The Turkish teachers were apprehended either on their way to school or in their homes. In one case the SIS agents broke into the house of the detainee. Hasan Karacaoğlu, Hüseyin Bayraktar, Rıza Doğan, Feridun Tüfekçi, Yasin Öz and Müjdat Çelebi are the detained Turkish nationals. Tüfekçi was the principal of the Ceadir-Lunga branch of the schools, and Doğan was the principal of the Durlesti branch.

With the exception of Bayraktar, the teachers all applied for asylum in April 2018 and were expecting a response from Moldovan authorities this month.

In March 2018 the general director of the schools, Turgay Şen, was detained by Moldovan security forces upon the Turkish government’s request for extradition but was released without charges.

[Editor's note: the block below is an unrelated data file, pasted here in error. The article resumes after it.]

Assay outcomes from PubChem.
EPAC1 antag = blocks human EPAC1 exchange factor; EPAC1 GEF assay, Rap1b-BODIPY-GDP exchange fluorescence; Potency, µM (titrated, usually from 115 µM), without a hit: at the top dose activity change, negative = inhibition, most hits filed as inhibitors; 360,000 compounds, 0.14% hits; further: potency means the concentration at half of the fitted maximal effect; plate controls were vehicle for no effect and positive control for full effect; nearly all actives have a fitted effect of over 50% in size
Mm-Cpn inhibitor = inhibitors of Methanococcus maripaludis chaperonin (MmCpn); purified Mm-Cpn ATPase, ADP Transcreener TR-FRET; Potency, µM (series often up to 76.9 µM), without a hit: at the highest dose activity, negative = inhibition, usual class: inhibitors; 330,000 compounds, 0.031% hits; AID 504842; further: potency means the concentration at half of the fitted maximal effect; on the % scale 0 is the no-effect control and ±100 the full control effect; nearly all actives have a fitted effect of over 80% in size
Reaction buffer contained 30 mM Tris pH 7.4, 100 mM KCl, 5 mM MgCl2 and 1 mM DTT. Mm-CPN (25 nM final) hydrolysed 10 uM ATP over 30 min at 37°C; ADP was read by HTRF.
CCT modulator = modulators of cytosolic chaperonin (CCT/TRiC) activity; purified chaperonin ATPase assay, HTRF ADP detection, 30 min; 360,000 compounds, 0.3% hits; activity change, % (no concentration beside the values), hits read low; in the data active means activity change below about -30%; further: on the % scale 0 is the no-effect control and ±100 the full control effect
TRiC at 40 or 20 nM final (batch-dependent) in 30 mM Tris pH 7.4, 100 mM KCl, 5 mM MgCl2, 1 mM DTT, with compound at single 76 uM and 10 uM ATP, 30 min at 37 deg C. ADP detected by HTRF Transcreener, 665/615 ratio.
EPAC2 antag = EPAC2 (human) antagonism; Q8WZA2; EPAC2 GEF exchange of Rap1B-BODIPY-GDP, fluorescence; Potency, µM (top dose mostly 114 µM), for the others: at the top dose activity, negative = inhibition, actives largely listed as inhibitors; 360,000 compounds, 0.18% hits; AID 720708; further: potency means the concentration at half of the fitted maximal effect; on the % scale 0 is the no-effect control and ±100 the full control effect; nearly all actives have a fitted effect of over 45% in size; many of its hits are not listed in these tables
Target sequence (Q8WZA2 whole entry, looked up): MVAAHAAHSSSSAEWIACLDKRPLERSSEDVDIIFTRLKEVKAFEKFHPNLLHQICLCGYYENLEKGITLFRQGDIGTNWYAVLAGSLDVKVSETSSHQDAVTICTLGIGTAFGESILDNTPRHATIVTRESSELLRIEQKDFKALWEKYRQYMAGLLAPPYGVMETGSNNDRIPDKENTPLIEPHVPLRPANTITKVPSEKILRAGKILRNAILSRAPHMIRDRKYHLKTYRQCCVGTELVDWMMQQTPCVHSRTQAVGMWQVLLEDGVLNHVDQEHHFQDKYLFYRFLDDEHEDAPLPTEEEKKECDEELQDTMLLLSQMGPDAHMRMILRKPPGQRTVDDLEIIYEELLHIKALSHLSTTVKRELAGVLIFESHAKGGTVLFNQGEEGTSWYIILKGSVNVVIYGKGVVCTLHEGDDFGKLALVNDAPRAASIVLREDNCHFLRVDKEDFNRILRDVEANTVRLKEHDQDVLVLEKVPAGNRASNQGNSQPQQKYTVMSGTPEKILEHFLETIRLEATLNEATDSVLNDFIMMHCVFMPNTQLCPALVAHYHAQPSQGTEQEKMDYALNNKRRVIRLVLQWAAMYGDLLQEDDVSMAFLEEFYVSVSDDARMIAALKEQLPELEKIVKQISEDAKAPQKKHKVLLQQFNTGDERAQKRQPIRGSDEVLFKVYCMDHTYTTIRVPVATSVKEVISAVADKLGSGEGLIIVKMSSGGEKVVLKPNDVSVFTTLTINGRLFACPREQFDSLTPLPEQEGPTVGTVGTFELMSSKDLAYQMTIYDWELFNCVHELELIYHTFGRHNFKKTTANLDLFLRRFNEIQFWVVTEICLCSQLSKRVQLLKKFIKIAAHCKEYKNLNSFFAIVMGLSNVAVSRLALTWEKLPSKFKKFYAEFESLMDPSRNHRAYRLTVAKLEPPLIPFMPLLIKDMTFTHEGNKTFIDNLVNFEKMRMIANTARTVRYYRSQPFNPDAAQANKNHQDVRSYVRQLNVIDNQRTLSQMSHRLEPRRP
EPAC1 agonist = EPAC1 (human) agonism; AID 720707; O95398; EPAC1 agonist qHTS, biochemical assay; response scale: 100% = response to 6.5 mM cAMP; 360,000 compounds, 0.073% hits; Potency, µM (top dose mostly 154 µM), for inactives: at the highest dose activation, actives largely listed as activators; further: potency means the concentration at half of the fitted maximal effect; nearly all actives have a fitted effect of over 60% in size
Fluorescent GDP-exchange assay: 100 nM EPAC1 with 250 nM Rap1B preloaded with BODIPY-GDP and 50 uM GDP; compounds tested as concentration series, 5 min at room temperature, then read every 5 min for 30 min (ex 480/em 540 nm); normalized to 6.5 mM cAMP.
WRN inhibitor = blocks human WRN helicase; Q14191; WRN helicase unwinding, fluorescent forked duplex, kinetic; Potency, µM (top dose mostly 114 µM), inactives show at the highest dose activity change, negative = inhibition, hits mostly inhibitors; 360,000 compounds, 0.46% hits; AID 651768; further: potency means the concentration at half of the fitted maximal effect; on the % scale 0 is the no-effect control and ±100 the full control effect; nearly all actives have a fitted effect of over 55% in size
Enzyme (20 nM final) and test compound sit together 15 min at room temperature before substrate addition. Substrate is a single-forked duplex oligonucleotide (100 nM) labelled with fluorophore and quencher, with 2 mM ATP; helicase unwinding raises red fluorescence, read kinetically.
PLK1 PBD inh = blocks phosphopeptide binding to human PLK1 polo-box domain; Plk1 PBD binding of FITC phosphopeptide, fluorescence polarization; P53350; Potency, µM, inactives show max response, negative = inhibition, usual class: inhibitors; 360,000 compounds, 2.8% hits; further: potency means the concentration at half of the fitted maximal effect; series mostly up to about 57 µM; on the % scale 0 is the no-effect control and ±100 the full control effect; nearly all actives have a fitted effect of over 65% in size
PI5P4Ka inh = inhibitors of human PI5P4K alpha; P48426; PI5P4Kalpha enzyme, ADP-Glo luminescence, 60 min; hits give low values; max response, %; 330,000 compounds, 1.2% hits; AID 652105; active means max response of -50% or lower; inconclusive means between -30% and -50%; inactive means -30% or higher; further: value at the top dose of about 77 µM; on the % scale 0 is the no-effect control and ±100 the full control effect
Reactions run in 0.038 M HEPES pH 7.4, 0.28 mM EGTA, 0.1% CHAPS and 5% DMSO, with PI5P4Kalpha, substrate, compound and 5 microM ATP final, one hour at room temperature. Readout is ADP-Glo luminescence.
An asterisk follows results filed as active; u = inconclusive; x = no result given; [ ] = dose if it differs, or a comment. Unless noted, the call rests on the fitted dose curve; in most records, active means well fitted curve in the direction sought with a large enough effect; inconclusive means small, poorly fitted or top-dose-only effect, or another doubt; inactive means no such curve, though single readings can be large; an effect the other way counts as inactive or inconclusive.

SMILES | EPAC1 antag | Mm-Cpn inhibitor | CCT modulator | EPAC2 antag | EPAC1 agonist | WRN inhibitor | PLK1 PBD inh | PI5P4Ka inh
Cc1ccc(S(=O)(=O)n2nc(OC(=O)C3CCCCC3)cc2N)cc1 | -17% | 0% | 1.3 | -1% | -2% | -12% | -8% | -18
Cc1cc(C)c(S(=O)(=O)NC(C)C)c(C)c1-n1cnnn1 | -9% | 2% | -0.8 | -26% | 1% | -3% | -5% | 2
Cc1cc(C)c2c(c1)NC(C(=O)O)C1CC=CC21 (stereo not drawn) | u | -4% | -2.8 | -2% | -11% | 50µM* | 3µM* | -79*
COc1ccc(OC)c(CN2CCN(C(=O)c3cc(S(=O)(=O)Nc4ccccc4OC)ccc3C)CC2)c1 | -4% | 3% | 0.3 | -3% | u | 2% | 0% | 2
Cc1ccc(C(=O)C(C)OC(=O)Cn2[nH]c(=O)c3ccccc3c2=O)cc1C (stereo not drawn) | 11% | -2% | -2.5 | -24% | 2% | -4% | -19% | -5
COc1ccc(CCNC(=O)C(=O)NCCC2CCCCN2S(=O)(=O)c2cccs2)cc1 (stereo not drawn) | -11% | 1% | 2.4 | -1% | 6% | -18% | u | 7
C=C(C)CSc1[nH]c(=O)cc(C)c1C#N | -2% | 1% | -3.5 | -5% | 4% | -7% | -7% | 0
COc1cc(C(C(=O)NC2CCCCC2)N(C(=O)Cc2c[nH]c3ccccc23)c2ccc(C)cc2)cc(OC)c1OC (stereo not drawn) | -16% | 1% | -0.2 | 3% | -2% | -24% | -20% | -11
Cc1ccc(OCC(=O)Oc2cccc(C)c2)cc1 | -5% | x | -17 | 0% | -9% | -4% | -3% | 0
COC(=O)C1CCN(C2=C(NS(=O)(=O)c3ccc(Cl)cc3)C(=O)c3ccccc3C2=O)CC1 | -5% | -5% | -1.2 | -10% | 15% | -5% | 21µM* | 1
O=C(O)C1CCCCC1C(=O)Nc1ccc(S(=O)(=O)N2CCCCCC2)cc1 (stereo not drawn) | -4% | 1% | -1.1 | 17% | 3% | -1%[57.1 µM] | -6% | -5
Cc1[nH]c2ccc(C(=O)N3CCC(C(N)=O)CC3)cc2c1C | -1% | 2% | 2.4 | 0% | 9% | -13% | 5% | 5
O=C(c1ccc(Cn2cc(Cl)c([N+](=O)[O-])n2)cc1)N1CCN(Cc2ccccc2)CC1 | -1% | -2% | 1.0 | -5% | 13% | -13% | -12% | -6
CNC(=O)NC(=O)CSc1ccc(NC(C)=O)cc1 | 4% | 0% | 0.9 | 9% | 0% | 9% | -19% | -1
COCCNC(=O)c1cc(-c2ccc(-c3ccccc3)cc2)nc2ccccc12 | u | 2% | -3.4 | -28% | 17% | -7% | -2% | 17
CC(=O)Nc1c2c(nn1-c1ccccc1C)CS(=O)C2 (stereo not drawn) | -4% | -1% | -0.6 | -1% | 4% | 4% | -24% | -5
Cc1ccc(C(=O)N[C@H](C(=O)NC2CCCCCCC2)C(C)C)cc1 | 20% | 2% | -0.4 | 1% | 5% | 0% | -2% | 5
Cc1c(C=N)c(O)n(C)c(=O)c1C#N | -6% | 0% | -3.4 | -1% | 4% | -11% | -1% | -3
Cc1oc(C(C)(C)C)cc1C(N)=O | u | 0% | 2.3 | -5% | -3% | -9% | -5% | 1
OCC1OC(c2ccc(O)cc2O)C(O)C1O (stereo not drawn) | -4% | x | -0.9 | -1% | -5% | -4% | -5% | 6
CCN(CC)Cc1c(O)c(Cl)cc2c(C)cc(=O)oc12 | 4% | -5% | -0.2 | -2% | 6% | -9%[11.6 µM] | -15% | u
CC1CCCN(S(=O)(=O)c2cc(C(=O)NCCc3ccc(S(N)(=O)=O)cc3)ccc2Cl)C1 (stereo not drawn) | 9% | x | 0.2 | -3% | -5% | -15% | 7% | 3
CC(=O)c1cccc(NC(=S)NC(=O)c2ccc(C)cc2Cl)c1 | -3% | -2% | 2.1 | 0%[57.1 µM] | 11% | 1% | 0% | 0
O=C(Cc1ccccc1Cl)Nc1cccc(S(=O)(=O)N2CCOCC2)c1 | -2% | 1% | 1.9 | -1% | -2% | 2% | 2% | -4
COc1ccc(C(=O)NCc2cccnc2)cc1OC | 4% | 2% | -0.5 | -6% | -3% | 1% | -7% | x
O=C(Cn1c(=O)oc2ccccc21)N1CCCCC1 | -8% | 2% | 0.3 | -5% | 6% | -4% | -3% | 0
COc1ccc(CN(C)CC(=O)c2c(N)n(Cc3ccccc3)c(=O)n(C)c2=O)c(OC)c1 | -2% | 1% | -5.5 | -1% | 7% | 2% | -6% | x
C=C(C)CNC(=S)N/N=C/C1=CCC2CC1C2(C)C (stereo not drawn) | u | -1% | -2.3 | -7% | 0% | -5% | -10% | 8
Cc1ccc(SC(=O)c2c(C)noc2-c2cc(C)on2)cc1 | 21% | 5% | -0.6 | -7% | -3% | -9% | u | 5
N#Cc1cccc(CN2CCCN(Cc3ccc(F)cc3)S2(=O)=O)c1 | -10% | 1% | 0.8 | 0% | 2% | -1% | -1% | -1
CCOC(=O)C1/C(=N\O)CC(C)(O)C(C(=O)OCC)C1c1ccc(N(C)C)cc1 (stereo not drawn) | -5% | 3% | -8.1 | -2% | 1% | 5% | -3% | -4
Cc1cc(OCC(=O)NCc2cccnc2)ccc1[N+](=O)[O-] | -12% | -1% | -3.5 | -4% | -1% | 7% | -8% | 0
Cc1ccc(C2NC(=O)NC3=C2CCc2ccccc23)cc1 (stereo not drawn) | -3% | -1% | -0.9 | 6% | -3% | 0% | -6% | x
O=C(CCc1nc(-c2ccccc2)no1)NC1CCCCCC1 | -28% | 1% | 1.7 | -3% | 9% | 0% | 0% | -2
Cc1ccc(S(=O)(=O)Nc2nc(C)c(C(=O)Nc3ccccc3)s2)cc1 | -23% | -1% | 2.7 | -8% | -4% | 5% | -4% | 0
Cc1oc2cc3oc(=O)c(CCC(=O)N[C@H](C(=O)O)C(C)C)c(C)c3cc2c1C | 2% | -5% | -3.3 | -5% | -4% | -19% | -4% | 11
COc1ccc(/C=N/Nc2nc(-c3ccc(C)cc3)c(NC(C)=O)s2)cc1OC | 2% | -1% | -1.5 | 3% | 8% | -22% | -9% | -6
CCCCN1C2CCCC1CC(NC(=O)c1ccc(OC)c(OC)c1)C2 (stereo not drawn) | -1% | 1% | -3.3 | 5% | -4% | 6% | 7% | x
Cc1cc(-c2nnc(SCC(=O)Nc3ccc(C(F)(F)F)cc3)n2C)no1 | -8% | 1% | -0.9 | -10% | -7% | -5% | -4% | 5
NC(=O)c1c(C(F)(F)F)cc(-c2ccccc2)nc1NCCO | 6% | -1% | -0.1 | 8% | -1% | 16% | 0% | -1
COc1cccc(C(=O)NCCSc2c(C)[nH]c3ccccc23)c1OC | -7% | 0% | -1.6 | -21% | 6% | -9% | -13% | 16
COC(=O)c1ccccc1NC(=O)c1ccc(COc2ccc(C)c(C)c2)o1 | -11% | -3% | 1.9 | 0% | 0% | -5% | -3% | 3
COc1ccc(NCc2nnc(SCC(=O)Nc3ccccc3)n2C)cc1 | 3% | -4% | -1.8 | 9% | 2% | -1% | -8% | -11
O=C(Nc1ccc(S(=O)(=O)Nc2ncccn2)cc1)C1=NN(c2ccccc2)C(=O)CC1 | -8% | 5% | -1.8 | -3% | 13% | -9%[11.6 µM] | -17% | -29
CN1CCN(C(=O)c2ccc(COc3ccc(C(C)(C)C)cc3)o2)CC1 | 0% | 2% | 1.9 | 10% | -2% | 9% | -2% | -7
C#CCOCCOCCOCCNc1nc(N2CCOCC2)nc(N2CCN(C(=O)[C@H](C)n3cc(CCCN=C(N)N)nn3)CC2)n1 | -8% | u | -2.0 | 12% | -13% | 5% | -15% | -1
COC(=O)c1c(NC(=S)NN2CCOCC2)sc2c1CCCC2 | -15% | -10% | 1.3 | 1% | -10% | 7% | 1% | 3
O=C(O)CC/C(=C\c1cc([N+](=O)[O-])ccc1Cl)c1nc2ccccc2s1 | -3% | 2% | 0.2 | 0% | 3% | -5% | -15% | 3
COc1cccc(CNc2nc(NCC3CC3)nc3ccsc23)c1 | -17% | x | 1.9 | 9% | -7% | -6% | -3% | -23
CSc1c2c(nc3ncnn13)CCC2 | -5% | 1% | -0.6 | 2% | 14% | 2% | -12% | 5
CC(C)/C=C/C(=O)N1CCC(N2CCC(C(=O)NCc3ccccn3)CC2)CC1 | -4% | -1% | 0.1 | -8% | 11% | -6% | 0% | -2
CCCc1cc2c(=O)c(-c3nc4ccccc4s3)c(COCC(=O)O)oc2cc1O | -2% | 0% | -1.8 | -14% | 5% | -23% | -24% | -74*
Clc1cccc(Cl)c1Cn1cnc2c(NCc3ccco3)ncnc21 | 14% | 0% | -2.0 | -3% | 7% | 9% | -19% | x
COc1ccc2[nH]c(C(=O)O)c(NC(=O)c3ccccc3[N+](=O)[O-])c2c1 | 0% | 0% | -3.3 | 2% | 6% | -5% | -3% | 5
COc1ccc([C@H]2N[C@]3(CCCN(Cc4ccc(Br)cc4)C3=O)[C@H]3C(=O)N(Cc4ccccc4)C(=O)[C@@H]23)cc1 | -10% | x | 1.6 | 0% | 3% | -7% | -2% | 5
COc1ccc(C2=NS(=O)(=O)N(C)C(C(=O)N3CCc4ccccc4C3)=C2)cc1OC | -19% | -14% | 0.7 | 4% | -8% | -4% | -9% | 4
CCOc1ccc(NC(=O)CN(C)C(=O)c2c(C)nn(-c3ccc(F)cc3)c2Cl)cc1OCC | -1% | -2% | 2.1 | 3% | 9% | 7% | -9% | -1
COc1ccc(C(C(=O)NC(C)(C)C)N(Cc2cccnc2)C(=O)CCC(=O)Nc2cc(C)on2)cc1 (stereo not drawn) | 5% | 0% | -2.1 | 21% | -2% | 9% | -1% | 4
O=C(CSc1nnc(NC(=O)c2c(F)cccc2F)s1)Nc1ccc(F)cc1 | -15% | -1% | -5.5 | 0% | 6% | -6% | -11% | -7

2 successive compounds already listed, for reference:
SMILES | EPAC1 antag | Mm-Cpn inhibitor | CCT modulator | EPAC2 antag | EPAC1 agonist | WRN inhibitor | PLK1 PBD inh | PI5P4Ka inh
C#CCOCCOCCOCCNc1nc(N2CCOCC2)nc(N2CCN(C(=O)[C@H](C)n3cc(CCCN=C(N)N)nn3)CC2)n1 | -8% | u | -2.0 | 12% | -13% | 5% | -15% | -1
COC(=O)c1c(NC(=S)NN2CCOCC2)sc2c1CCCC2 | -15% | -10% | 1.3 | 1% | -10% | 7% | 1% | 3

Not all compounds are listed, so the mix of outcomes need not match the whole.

Another Turkish educator in Mongolia, Veysel Akçay, was detained in July of this year for extradition at the request of the Turkish government, but due to the intervention of Mongolian authorities and international pressure, he was released.

The Turkish government has launched both a domestic and a global crackdown against the Gülen movement, accusing it of orchestrating a coup attempt on July 15, 2016, although the movement strongly denied any involvement.

More than 100 Gülen-linked Turkish nationals were brought back to Turkey through intelligence service operations and with the cooperation of other countries, including Kosovo, Qatar, Azerbaijan, Malaysia, Gabon, and Myanmar.